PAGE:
Note: This is the first post in my 30-day challenge to write about random topics using the Portent Content Idea Generator. The goal is that through this exercise I should become more efficient at learning/researching different topics and get back in the swing of writing regularly. With that said, on to today’s topic…
I’ll admit that I opted to start today in a hopeful note. Delving into this brave new world of randomized topics, I figured I’d serve myself up a softball and start with a topic that’s near and dear to my heart: sandwiches.
A good sandwich is like a good friend, and then some.
- Quickly accessible
- Can take them nearly anywhere
- As simple or as complex as you want them to be
- They don’t tend to ask you to change who you are or improve yourself
- They just really “get” you
These are facts I already had when I started the day, so let’s see what Twitter could teach me.
Sandwiches > Tweetdeck
To set out on this, I thought I’d use Tweetdeck to set-up a query for “sandwiches” and see what came up. I figured I’d let it run for a while, then check back towards the end of the day and see what wisdom it had gleaned, that way I could open up a select few and embed the tweets here.
Should have been a solid win, right?
Very quickly I realized, however, that the stream of incoming tweets was just too intense for this tool to work well, and I’d be scrolling and scrolling and scrolling until carpal tunnel finally claimed me a young age.
What I needed here was some kind of aggregator.
Sandwich Tweets by Hour
A quick examination of the chart below shows that, despite including all global, english-language tweets, the data set for sandwich mentions is heavily influenced by the West Coast lunch crowd.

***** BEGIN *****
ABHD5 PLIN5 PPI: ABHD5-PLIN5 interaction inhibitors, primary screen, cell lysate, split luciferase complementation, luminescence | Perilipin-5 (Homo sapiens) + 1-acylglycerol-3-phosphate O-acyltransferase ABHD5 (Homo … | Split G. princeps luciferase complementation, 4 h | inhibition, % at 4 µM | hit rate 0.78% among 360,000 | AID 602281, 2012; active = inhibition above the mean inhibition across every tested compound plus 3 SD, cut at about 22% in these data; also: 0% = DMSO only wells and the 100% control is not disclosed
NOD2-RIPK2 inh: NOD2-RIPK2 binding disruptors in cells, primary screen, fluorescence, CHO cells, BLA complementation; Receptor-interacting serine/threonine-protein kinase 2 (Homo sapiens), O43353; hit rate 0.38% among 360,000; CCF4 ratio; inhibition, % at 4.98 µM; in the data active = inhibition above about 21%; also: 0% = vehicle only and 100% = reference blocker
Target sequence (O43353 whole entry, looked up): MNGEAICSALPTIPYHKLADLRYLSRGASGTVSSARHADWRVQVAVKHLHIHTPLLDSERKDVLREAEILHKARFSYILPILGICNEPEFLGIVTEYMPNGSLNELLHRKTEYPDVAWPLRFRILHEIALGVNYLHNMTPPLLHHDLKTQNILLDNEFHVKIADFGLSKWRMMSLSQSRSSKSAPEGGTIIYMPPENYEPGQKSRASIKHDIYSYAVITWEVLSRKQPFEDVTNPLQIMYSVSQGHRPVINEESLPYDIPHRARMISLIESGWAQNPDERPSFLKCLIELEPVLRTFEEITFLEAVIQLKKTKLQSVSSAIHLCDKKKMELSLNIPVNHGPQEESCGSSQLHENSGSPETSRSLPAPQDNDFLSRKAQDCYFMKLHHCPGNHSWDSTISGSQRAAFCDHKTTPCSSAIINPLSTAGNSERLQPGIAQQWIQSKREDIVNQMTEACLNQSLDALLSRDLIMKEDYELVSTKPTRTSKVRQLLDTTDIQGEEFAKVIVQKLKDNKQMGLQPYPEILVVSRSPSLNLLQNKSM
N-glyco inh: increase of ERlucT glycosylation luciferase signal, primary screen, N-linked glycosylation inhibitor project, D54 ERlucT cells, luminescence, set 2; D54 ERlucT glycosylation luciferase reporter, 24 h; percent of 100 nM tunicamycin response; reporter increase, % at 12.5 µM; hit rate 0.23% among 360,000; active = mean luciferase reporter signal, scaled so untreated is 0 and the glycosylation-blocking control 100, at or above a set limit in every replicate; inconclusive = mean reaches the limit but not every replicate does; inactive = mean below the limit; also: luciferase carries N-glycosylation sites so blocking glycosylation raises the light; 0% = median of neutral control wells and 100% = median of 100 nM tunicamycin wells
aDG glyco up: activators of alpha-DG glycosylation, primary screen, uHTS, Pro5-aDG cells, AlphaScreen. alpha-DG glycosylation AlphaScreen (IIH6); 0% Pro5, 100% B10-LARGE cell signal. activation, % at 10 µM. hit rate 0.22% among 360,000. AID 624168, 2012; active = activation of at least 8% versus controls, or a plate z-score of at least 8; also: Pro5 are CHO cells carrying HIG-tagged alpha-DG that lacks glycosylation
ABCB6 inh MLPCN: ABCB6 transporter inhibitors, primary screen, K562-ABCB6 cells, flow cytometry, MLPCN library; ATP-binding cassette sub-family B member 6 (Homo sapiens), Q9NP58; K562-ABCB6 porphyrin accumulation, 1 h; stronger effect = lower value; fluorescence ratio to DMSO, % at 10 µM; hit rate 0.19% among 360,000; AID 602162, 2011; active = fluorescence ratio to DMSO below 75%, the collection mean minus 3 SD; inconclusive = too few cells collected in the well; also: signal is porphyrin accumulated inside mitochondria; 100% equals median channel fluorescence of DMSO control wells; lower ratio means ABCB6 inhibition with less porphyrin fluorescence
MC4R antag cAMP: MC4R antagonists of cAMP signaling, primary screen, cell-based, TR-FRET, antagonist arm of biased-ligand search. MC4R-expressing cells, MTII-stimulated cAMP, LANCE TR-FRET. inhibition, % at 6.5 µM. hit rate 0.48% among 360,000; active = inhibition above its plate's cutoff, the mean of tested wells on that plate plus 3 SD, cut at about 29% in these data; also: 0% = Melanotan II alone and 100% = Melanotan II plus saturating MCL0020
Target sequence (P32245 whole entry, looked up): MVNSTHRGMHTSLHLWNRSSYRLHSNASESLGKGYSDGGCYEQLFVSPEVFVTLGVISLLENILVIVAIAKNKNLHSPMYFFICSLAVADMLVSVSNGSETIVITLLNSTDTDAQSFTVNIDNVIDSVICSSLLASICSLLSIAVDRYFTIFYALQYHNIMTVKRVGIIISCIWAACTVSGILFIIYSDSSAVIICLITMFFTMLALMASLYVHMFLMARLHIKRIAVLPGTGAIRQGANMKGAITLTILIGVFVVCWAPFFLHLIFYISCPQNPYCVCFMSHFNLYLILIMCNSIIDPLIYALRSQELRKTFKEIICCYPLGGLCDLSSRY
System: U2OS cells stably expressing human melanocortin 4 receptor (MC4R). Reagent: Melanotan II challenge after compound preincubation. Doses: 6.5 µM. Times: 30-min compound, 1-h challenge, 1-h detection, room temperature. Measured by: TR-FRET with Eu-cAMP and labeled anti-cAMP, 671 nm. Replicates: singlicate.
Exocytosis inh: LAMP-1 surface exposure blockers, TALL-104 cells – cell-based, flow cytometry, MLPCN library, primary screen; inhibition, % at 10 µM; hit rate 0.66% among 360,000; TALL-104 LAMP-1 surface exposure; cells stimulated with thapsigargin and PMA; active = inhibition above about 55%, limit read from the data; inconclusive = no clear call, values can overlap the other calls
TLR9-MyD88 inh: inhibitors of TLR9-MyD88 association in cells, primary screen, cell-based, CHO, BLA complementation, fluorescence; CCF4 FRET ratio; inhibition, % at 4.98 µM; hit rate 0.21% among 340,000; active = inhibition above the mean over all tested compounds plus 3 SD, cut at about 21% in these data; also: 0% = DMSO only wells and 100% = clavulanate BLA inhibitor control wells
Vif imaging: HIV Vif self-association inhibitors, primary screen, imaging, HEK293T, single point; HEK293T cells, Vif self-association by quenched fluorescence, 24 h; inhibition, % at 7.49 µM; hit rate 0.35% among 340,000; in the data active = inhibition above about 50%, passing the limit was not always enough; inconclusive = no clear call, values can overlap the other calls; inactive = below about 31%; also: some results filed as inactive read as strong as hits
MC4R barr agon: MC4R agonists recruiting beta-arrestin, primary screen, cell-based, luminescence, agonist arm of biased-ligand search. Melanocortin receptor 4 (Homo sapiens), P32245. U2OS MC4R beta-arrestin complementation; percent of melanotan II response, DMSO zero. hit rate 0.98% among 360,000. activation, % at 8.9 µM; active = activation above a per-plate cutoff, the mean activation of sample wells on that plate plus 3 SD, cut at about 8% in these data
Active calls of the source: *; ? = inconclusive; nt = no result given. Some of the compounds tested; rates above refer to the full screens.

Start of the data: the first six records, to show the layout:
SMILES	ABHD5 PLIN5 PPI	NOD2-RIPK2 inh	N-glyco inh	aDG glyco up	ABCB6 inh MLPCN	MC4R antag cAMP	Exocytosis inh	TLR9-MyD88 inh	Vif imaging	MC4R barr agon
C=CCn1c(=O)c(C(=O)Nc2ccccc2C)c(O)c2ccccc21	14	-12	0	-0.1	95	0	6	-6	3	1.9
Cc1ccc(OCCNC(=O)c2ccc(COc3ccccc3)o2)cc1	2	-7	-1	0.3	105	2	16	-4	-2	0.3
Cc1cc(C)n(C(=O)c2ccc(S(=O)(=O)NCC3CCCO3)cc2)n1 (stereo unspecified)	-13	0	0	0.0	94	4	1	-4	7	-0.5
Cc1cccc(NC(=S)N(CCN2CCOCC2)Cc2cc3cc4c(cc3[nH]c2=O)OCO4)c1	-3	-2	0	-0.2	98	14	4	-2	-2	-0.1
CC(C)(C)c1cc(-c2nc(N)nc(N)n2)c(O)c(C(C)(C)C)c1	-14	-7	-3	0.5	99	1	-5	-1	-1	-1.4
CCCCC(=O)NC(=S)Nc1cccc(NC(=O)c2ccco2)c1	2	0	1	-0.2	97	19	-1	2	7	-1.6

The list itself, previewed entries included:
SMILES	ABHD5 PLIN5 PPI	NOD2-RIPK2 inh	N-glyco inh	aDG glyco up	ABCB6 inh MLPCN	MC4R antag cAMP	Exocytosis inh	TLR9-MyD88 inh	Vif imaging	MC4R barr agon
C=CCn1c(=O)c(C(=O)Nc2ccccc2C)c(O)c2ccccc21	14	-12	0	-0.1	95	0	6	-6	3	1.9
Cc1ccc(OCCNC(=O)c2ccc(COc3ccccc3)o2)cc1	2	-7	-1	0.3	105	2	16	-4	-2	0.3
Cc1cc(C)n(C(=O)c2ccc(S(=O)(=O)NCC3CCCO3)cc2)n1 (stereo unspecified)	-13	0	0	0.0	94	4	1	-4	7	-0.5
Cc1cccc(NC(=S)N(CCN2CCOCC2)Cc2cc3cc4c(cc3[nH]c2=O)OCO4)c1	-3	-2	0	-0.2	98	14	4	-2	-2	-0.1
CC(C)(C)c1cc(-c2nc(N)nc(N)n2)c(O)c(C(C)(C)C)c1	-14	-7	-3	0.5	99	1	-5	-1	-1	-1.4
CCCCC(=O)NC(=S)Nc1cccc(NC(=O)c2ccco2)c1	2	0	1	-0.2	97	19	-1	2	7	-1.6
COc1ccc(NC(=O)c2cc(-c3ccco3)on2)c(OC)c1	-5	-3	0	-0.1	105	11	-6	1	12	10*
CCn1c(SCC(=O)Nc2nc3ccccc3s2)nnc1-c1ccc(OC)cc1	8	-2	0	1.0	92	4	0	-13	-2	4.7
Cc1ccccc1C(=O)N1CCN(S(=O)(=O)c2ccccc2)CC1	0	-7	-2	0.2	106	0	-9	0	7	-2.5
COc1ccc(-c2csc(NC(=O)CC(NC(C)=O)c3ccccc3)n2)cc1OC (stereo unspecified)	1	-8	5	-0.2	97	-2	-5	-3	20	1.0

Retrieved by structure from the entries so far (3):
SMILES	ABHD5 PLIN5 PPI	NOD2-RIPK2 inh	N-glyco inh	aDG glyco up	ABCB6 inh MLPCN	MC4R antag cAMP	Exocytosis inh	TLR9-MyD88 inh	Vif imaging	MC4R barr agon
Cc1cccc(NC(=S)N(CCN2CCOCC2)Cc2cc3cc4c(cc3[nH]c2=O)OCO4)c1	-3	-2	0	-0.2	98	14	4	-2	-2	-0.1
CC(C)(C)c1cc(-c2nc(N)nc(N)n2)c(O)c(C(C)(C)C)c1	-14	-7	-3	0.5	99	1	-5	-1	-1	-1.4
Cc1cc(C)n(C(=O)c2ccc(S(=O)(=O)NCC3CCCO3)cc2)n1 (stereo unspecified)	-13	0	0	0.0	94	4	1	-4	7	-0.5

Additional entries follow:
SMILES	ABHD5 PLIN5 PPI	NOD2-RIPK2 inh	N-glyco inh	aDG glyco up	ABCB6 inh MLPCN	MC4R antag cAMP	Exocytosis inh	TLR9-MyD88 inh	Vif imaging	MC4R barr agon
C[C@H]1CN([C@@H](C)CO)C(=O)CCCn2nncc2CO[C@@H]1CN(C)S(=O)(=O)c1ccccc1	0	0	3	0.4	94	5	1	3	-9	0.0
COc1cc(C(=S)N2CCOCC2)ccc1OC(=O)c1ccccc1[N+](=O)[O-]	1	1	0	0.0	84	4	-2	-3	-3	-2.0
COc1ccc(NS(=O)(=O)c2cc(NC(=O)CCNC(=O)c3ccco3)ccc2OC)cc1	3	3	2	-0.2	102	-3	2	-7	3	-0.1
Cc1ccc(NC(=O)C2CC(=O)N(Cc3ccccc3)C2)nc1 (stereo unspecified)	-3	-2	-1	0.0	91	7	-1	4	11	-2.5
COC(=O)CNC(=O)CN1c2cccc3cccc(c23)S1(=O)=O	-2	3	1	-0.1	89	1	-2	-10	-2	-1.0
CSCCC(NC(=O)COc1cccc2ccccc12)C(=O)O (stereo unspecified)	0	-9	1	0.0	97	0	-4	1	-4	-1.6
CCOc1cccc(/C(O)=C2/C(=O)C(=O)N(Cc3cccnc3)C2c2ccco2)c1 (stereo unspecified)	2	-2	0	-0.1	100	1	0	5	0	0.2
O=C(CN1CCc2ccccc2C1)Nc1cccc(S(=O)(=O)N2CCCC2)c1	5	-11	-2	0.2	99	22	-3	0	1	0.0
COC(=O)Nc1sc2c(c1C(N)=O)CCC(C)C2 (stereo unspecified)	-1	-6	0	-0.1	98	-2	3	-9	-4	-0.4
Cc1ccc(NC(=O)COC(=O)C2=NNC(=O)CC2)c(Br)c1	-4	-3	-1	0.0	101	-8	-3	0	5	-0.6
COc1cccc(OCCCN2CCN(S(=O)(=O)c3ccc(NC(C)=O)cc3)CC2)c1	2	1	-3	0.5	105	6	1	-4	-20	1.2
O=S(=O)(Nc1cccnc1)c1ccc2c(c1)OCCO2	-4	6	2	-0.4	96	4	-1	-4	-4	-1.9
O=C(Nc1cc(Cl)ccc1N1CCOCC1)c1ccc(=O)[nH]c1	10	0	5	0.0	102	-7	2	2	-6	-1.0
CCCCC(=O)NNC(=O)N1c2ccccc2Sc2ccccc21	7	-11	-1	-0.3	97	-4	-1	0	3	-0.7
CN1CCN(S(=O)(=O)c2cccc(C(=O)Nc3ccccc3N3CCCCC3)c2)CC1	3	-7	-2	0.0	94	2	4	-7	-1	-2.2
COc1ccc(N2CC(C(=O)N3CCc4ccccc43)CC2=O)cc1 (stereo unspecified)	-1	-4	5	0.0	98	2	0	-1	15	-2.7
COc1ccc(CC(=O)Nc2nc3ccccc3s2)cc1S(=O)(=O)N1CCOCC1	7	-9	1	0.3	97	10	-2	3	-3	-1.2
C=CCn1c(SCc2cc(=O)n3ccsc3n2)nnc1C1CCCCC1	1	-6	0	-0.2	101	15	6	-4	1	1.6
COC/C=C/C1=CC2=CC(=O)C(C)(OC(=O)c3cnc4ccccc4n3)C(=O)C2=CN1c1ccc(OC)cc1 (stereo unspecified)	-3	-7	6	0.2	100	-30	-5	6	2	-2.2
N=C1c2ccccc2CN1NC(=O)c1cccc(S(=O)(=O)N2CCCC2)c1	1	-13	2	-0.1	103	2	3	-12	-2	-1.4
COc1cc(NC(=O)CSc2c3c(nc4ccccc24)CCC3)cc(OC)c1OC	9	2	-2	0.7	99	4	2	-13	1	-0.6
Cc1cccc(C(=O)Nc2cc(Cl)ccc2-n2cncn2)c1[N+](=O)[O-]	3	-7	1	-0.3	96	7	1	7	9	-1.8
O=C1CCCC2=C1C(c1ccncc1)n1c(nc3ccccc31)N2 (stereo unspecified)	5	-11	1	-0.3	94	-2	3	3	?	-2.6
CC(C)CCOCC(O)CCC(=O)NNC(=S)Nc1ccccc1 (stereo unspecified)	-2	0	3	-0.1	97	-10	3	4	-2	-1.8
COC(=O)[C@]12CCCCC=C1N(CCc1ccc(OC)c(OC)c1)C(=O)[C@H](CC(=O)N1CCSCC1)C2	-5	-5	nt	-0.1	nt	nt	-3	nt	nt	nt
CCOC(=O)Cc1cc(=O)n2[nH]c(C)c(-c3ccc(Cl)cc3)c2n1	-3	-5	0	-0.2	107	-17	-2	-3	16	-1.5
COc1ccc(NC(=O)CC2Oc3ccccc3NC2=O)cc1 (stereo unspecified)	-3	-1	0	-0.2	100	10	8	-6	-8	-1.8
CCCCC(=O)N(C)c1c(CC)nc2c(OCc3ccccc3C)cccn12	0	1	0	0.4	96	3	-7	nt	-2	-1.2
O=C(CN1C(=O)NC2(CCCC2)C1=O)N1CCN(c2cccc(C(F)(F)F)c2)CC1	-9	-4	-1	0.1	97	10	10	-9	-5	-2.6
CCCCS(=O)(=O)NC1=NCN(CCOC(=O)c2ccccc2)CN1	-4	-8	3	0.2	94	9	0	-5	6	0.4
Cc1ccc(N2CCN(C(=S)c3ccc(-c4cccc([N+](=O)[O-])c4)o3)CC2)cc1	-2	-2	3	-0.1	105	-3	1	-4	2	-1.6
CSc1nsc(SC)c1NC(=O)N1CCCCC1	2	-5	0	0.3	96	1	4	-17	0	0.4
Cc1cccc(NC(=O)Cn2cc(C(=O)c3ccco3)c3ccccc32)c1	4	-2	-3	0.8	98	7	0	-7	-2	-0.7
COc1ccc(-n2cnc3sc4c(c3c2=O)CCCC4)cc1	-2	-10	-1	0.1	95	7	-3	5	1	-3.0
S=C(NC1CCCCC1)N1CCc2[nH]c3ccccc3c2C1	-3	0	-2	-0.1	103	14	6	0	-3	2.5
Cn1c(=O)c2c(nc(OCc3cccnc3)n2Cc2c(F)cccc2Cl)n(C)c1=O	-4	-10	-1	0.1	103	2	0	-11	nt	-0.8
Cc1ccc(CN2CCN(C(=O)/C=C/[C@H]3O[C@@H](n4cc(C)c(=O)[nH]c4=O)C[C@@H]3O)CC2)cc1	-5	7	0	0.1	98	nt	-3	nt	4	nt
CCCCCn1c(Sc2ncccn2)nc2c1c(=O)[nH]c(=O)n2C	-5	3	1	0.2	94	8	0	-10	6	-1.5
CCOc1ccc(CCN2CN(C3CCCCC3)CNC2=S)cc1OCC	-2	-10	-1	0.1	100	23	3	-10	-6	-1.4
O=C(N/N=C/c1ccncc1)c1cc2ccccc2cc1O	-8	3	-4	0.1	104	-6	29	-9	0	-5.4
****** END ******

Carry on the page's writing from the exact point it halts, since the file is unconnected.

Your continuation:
Largely unscientific data obtained from running Archivist and letting it grab all mentions of “sandwiches” today.
So, if you’re looking to get ahead of the curve on your sandwich marketing, maybe start launching these things in that lull around 11am MST. Also, maybe send me a free sample, because sandwiches are delicious.
Life is about making difficult…sandwiches
But, Ryan, what were people actually saying about sandwiches?
Good question. Tossing all those tweets from Archivist into a quick & dirty text analyser, it’s pretty clear that Michael Bluth rules the tweetdom:
Go ahead and put that up next to your mirror for some inspiration.
Actually, I’ve never been an Arrested Development fan, but a lot of folks on twitter are, as evidenced by the data.
Aside from showing what happens when you use a hasty analyzer, it’s pretty clear that on a random day, lots of folks are still keeping the Bluth hope alive.
Academically speaking, the type of sandwich that was most mentioned was the Peanut Butter Sandwich Cookie.
What in the actual hell?!
The last thing I thought I’d do was use Followerwonk’s bio search to see who were considered to be influential in this tasty realm. Boy was I surprised. Turns out, there’s a lot of people at the top of the social authority ranks with bios that include “shut up and make me a sandwich”.
These people must be amazingly influential if they manage to get their followers to not only make a sandwich, but also deliver it to them. I’ve been trying to get my Phoenix followers to bring me a coffee for 3+ years now, much less a sandwich.
I also spotted a couple more things here:
- This is February, aka Febru-ANY, and Jared is nowhere near the top of the list for sandwich influencers
- Also where’s Michael Strahan or Apollo Ono. Are you really telling me Apollo Ono has more important things to do in a non-Olympic year?
- 4 of the top 8 accounts somehow incorporate One Direction. Does this mean sandwich thought leaders have dropped Bieber?
- Scrolling beyond the top 8, I see more and more One Direction references…. oh my god… could it be?
After reviewing the startling data, it’s becoming clear to me how mistaken I was. Sandwiches aren’t meant for me. I’m not the key sandwich demographic anymore….
Twitter taught me that sandwiches are for teeny-boppers.